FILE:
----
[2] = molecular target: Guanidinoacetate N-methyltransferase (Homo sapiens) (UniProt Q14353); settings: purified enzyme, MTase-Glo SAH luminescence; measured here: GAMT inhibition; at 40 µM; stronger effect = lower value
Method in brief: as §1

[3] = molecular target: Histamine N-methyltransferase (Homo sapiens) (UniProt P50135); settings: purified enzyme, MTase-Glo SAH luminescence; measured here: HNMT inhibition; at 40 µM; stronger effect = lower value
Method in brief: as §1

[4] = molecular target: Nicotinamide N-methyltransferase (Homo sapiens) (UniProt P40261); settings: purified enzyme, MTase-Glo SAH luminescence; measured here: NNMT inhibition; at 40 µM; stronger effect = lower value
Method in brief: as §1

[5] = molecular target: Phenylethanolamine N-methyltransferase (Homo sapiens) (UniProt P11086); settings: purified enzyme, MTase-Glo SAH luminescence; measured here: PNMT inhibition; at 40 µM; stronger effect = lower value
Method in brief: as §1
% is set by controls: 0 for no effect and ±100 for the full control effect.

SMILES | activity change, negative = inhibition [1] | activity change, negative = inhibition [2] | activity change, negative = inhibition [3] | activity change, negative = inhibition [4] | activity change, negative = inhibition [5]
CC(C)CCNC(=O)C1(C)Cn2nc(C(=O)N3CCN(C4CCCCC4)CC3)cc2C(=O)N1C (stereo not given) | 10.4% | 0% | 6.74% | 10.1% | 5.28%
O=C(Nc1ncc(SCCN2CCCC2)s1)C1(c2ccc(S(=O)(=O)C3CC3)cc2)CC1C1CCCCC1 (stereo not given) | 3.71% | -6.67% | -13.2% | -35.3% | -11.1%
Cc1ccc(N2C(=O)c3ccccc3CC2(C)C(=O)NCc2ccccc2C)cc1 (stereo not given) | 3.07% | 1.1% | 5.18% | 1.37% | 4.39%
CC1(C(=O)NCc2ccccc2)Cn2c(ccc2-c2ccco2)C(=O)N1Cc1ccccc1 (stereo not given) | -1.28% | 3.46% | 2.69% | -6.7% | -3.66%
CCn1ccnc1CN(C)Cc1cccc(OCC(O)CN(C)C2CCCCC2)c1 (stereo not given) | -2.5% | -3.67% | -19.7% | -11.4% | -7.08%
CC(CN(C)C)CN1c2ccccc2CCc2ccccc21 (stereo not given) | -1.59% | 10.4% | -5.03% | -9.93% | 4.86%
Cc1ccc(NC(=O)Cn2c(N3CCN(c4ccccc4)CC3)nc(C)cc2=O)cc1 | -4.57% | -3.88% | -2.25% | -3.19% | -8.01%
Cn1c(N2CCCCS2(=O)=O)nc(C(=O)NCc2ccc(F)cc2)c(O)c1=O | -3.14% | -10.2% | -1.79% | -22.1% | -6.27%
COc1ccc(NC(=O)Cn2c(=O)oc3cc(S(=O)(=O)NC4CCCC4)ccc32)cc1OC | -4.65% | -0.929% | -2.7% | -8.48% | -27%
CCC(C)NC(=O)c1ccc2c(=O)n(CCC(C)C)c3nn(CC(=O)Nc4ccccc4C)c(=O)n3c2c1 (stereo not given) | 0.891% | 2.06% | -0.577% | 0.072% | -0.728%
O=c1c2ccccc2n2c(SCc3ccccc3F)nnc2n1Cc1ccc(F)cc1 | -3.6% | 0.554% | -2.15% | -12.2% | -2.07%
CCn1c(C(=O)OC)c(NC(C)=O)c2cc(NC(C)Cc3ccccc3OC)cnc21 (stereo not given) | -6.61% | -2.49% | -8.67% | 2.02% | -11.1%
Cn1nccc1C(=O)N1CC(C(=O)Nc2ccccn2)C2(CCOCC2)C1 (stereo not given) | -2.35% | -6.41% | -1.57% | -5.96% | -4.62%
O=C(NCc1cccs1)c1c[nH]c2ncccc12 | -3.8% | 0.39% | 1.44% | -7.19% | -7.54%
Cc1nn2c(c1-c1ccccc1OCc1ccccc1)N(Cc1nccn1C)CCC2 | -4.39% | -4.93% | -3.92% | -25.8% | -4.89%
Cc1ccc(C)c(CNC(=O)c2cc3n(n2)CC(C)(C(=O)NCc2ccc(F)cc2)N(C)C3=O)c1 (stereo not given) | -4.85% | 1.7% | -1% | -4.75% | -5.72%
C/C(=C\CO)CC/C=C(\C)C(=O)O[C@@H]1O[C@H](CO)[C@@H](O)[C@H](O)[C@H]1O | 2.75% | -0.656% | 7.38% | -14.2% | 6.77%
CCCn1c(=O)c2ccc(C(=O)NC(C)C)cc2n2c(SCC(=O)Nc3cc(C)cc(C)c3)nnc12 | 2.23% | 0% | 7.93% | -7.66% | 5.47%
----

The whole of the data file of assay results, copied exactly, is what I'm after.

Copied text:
[2] = molecular target: Guanidinoacetate N-methyltransferase (Homo sapiens) (UniProt Q14353); settings: purified enzyme, MTase-Glo SAH luminescence; measured here: GAMT inhibition; at 40 µM; stronger effect = lower value
Method in brief: as §1

[3] = molecular target: Histamine N-methyltransferase (Homo sapiens) (UniProt P50135); settings: purified enzyme, MTase-Glo SAH luminescence; measured here: HNMT inhibition; at 40 µM; stronger effect = lower value
Method in brief: as §1

[4] = molecular target: Nicotinamide N-methyltransferase (Homo sapiens) (UniProt P40261); settings: purified enzyme, MTase-Glo SAH luminescence; measured here: NNMT inhibition; at 40 µM; stronger effect = lower value
Method in brief: as §1

[5] = molecular target: Phenylethanolamine N-methyltransferase (Homo sapiens) (UniProt P11086); settings: purified enzyme, MTase-Glo SAH luminescence; measured here: PNMT inhibition; at 40 µM; stronger effect = lower value
Method in brief: as §1
% is set by controls: 0 for no effect and ±100 for the full control effect.

SMILES | activity change, negative = inhibition [1] | activity change, negative = inhibition [2] | activity change, negative = inhibition [3] | activity change, negative = inhibition [4] | activity change, negative = inhibition [5]
CC(C)CCNC(=O)C1(C)Cn2nc(C(=O)N3CCN(C4CCCCC4)CC3)cc2C(=O)N1C (stereo not given) | 10.4% | 0% | 6.74% | 10.1% | 5.28%
O=C(Nc1ncc(SCCN2CCCC2)s1)C1(c2ccc(S(=O)(=O)C3CC3)cc2)CC1C1CCCCC1 (stereo not given) | 3.71% | -6.67% | -13.2% | -35.3% | -11.1%
Cc1ccc(N2C(=O)c3ccccc3CC2(C)C(=O)NCc2ccccc2C)cc1 (stereo not given) | 3.07% | 1.1% | 5.18% | 1.37% | 4.39%
CC1(C(=O)NCc2ccccc2)Cn2c(ccc2-c2ccco2)C(=O)N1Cc1ccccc1 (stereo not given) | -1.28% | 3.46% | 2.69% | -6.7% | -3.66%
CCn1ccnc1CN(C)Cc1cccc(OCC(O)CN(C)C2CCCCC2)c1 (stereo not given) | -2.5% | -3.67% | -19.7% | -11.4% | -7.08%
CC(CN(C)C)CN1c2ccccc2CCc2ccccc21 (stereo not given) | -1.59% | 10.4% | -5.03% | -9.93% | 4.86%
Cc1ccc(NC(=O)Cn2c(N3CCN(c4ccccc4)CC3)nc(C)cc2=O)cc1 | -4.57% | -3.88% | -2.25% | -3.19% | -8.01%
Cn1c(N2CCCCS2(=O)=O)nc(C(=O)NCc2ccc(F)cc2)c(O)c1=O | -3.14% | -10.2% | -1.79% | -22.1% | -6.27%
COc1ccc(NC(=O)Cn2c(=O)oc3cc(S(=O)(=O)NC4CCCC4)ccc32)cc1OC | -4.65% | -0.929% | -2.7% | -8.48% | -27%
CCC(C)NC(=O)c1ccc2c(=O)n(CCC(C)C)c3nn(CC(=O)Nc4ccccc4C)c(=O)n3c2c1 (stereo not given) | 0.891% | 2.06% | -0.577% | 0.072% | -0.728%
O=c1c2ccccc2n2c(SCc3ccccc3F)nnc2n1Cc1ccc(F)cc1 | -3.6% | 0.554% | -2.15% | -12.2% | -2.07%
CCn1c(C(=O)OC)c(NC(C)=O)c2cc(NC(C)Cc3ccccc3OC)cnc21 (stereo not given) | -6.61% | -2.49% | -8.67% | 2.02% | -11.1%
Cn1nccc1C(=O)N1CC(C(=O)Nc2ccccn2)C2(CCOCC2)C1 (stereo not given) | -2.35% | -6.41% | -1.57% | -5.96% | -4.62%
O=C(NCc1cccs1)c1c[nH]c2ncccc12 | -3.8% | 0.39% | 1.44% | -7.19% | -7.54%
Cc1nn2c(c1-c1ccccc1OCc1ccccc1)N(Cc1nccn1C)CCC2 | -4.39% | -4.93% | -3.92% | -25.8% | -4.89%
Cc1ccc(C)c(CNC(=O)c2cc3n(n2)CC(C)(C(=O)NCc2ccc(F)cc2)N(C)C3=O)c1 (stereo not given) | -4.85% | 1.7% | -1% | -4.75% | -5.72%
C/C(=C\CO)CC/C=C(\C)C(=O)O[C@@H]1O[C@H](CO)[C@@H](O)[C@H](O)[C@H]1O | 2.75% | -0.656% | 7.38% | -14.2% | 6.77%
CCCn1c(=O)c2ccc(C(=O)NC(C)C)cc2n2c(SCC(=O)Nc3cc(C)cc(C)c3)nnc12 | 2.23% | 0% | 7.93% | -7.66% | 5.47%